Why Autism Speaks? My readers know autism is close to my heart, because my oldest son was diagnosed when he was three. The biggest thing we need as parents and as a society is access to critical data about autism and more resources for families struggling to understand it. All of these autistic youngsters will be adults one day. Who will support them? How will they lend their special vision, talents and skills to society?  They need to thrive! Lastly, let’s figure out what causes it. There are too many unsubstantiated theories. We need answers!

Okay, stepping off of my platform now…

–  A special thank you goes out to our sponsors: Baldwin Beauty School (thank you, Wendi!), Premier Data Com and Warren Kull with www.yourlaketravishome.com, for supporting our event and compassion towards the cause.

– Enjoy complimentary appetizers by Mandola’s, wine by Flat Creek Winery, cocktails courtesy of Treaty Oak Rum and Graham’s Texas Tea and dessert a la Michelle’s Patisserie.  Bouquets of red roses fill the room courtesy of Flowers By Nancy.

– Chef Paul Peterson, (www.chefpaulpetersen.com) who was featured on TLC’s BBQ Pitmasters and is currently the executive chef at Austin’s favorite Tex-Mex Restaurant, Vivo. will be firing up the kitchen and serving some tasty eats!

Swag Bags valued at over $700 and are yours to take home!
Swag Bags Sponsored By:
~Oak Haven Massage
~BASE Personal Training
~Kendra Scott Jewelry
~Shandi Nichelle Co.
~Vitamin Water
~Don Rogers Photography
~Dream Water
~360 Tans
~Creative People Marketing & Design
~Hill Country Galleria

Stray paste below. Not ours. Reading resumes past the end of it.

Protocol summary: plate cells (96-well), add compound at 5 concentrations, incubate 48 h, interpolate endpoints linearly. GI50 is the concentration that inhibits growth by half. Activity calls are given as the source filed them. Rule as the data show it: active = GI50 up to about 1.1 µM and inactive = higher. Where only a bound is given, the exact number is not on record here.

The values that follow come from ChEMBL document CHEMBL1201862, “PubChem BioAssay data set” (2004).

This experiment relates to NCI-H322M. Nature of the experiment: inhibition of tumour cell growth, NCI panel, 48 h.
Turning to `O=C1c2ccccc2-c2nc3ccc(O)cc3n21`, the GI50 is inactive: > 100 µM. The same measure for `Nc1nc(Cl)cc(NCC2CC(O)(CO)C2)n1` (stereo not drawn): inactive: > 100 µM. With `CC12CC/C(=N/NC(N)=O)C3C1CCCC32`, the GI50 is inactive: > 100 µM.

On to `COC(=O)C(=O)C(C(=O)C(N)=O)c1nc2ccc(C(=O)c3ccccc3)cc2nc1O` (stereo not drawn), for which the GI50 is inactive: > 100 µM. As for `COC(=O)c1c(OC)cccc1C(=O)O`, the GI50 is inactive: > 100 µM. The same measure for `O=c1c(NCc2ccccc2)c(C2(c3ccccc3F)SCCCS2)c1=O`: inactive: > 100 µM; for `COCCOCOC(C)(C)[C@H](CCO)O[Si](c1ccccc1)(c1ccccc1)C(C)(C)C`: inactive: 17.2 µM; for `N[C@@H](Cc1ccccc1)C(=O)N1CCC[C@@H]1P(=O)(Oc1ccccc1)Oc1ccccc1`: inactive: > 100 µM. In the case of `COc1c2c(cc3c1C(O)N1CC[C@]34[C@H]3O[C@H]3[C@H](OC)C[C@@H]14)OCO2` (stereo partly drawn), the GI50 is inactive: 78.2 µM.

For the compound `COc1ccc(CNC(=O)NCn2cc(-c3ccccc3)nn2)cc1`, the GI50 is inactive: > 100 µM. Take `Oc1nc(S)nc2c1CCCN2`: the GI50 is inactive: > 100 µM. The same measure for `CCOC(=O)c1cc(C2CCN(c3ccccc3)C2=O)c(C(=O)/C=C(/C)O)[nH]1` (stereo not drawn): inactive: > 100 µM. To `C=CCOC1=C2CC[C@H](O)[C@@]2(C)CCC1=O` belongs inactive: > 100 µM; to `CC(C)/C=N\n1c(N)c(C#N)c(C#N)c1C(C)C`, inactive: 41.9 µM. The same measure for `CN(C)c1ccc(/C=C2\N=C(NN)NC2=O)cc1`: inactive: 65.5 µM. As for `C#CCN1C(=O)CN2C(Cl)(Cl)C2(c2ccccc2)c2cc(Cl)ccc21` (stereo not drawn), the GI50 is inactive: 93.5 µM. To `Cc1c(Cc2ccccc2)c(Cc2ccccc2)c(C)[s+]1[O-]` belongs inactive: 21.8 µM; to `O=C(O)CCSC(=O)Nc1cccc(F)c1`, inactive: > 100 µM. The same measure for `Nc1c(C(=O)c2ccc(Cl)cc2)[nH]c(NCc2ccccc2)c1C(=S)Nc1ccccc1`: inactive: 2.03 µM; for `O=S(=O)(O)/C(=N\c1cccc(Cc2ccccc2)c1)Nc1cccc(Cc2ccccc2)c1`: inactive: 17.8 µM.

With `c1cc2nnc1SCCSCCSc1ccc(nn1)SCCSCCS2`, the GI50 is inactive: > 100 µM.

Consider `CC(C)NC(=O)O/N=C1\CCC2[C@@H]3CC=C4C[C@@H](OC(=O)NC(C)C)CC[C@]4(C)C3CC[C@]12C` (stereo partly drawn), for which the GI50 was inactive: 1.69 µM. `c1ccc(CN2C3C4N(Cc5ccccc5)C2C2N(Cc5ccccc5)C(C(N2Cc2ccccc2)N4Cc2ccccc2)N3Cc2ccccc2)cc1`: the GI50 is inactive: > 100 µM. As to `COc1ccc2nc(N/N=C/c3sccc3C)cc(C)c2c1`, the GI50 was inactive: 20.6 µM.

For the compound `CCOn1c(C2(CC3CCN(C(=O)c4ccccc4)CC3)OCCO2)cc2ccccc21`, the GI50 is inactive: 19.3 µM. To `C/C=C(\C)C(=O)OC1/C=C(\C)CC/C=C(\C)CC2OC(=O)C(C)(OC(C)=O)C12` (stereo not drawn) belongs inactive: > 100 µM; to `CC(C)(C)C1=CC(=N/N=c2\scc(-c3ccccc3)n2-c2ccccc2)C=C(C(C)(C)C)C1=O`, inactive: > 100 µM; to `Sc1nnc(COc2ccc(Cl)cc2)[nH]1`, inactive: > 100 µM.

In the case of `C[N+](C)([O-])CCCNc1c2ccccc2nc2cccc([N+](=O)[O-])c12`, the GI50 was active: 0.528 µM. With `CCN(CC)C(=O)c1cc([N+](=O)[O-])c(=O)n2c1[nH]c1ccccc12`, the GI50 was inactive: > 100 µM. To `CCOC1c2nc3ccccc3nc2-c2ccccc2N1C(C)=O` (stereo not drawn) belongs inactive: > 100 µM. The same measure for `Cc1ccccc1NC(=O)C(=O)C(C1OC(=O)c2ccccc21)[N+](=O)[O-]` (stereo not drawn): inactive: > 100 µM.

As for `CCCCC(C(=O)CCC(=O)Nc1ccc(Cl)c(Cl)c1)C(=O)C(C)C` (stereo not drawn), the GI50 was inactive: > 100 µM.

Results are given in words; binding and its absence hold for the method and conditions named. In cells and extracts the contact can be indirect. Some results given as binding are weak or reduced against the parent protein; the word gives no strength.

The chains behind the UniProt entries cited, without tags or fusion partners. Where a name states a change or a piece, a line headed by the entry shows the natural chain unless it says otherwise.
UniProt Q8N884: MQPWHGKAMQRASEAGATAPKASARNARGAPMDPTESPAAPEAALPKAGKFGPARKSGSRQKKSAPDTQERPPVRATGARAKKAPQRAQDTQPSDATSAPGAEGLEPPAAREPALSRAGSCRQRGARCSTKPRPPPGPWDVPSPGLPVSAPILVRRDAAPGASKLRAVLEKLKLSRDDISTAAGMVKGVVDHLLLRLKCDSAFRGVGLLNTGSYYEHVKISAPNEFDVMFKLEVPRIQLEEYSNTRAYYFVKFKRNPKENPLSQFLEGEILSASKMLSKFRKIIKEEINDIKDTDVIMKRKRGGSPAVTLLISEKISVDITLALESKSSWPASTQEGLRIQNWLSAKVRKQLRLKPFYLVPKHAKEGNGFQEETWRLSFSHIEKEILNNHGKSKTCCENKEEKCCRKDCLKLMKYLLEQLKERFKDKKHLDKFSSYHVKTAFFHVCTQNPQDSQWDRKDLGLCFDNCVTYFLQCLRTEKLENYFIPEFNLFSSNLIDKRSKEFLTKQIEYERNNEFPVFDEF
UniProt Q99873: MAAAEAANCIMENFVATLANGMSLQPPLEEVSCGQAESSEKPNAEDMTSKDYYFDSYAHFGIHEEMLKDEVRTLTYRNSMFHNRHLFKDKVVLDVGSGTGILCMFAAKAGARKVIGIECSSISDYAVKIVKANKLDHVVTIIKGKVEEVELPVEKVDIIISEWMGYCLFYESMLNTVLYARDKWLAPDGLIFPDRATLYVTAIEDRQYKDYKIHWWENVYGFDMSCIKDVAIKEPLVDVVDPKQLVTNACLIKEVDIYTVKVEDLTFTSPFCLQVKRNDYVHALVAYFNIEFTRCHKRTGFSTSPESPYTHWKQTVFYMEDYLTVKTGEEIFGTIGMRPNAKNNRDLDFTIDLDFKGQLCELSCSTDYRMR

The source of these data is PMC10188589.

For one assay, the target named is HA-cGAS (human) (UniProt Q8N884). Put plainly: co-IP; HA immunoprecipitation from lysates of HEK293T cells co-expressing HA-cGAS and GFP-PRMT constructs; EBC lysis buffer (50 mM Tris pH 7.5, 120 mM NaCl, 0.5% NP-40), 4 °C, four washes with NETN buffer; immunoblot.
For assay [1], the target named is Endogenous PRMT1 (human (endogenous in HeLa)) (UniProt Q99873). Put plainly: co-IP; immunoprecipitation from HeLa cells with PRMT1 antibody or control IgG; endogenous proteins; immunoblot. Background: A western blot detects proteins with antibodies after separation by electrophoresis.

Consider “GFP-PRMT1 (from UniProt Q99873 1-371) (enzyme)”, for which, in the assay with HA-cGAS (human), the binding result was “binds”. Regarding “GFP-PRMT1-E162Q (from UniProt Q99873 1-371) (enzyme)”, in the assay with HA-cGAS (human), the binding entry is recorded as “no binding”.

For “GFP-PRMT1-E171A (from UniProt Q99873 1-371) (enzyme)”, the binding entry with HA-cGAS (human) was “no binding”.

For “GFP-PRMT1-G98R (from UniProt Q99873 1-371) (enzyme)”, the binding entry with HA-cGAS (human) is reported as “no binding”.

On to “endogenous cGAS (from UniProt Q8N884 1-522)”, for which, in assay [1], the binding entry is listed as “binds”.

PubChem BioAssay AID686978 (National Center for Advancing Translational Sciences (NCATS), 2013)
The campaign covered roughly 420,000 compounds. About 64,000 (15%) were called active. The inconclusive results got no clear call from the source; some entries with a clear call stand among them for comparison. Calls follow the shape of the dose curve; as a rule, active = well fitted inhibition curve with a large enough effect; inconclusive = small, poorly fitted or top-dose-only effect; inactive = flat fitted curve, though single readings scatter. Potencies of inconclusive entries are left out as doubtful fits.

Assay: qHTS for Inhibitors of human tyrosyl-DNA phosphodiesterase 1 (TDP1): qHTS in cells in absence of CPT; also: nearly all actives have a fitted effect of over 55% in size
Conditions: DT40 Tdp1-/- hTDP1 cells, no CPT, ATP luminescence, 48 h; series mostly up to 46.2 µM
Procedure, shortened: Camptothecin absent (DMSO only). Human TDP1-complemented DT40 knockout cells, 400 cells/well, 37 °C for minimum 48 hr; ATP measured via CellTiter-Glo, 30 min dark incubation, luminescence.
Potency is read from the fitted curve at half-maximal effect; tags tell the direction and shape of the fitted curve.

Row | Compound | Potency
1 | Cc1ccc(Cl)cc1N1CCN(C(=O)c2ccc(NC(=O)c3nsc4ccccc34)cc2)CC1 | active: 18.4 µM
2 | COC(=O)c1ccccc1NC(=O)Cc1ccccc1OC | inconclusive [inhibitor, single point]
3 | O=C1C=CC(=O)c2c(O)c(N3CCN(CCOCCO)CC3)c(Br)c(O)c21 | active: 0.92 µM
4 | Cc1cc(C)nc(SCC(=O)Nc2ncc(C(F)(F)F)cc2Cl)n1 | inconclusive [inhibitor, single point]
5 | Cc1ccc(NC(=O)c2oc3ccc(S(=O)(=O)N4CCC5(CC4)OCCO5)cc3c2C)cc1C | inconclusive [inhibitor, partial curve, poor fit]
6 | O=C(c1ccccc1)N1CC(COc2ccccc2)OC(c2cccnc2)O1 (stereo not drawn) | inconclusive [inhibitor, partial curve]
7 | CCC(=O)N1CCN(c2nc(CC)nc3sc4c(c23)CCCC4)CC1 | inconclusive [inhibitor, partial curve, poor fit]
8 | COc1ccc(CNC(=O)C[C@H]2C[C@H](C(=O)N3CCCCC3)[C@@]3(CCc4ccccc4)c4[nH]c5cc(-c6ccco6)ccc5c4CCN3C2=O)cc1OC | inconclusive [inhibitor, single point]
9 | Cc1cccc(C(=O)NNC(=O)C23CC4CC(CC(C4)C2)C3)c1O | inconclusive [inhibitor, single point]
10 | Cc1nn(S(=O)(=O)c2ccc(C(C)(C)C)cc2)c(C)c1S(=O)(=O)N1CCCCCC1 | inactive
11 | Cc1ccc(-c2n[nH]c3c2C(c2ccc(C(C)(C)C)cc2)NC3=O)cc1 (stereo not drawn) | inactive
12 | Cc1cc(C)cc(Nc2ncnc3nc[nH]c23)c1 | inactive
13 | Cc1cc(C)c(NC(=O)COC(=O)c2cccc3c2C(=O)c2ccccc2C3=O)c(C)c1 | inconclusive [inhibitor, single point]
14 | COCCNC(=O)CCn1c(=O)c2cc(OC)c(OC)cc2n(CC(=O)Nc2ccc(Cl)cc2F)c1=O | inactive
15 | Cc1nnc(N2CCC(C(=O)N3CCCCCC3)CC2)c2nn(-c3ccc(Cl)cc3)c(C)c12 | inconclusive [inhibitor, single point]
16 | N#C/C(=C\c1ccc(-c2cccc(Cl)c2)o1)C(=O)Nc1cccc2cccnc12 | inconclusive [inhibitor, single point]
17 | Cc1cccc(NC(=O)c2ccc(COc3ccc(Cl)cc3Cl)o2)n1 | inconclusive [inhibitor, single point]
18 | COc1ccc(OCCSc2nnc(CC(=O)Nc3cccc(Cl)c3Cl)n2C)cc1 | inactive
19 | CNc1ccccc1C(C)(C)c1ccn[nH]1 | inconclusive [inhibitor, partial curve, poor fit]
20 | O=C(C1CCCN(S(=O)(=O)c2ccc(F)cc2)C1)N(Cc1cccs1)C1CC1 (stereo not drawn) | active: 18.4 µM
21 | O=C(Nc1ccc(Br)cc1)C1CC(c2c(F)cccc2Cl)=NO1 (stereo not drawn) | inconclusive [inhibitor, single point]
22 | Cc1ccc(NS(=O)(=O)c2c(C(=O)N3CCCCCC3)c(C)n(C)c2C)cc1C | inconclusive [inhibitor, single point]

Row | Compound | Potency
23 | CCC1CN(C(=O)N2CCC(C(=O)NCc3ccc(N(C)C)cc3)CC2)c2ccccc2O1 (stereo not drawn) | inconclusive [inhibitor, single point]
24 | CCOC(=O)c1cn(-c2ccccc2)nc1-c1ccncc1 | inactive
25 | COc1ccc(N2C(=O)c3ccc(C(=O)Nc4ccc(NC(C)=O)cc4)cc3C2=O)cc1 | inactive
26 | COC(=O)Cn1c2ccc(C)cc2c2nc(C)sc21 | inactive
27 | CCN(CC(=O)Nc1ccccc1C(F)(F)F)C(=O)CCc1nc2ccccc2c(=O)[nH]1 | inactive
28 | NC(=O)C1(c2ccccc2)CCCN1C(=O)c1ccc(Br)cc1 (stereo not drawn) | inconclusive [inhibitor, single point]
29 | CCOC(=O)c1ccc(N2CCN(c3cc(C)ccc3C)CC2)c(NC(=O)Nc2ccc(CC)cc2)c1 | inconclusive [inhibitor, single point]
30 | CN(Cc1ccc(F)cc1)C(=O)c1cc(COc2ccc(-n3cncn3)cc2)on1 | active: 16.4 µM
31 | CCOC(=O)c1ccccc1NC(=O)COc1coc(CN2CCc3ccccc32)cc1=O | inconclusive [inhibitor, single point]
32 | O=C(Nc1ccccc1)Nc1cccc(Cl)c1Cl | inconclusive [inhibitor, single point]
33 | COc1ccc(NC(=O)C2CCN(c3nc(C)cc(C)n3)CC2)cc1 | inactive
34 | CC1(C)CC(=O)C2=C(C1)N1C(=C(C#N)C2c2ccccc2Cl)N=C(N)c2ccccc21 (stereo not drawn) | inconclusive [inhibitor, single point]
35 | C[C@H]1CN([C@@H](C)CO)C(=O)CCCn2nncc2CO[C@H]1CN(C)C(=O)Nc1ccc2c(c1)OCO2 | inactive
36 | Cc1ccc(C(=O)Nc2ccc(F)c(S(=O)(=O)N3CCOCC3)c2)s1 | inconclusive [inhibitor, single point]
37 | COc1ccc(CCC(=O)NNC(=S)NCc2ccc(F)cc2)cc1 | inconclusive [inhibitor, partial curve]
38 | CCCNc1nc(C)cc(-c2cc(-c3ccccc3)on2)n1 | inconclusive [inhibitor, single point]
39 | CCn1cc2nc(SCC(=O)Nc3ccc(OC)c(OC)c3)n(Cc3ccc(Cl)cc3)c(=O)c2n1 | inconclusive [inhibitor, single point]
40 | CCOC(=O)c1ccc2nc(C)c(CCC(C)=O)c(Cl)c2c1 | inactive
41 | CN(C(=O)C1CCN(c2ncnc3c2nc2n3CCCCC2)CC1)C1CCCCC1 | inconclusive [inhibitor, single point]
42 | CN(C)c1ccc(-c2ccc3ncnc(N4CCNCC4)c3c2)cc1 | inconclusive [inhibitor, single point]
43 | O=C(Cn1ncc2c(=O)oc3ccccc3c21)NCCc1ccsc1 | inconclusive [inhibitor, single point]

~Bee Waxed

Silent Auction Items Include:
~Zoom Whitening by Lakeway Smiles
~$300 in Kendra Scott Jewelry
~Gift Certificate to Spa at the Lake
~Spray Tan by 360 Tans
~Gift Basket by Blue Avocado

Guests can bring swimsuits to watch Ashley make her final decision, because this estate has a fabulous pool with a panoramic Hill Country view. (See, we think of everything.)  The address will be given after you have purchased your ticket. Tickets may be purchased for only $40 at www.mkeventsaustin.com or for $50 at the door.  There are a limited number of tickets and we anticipate them selling out quickly.


Light It Up Blue 2011: Shine a Light on Autism

On the evenings of April 1 and 2, 2011, prominent buildings across North America and the world — including the Empire State Building in New York City and the CN Tower in Toronto, Canada — will turn their lights blue to Raise Awareness for Autism and to commemorate World Autism Awareness Day on Saturday, April 2.

On Friday, April 1st you can wear blue and help spread the word about autism. Feeling adventurous? There are lots of things you can in addition to wearing blue:

•Light your house up blue by putting blue light bulbs in any outdoor fixtures! Home Depot has promised to have them in stock…

•Paint your nails blue!

•Bake blue desserts!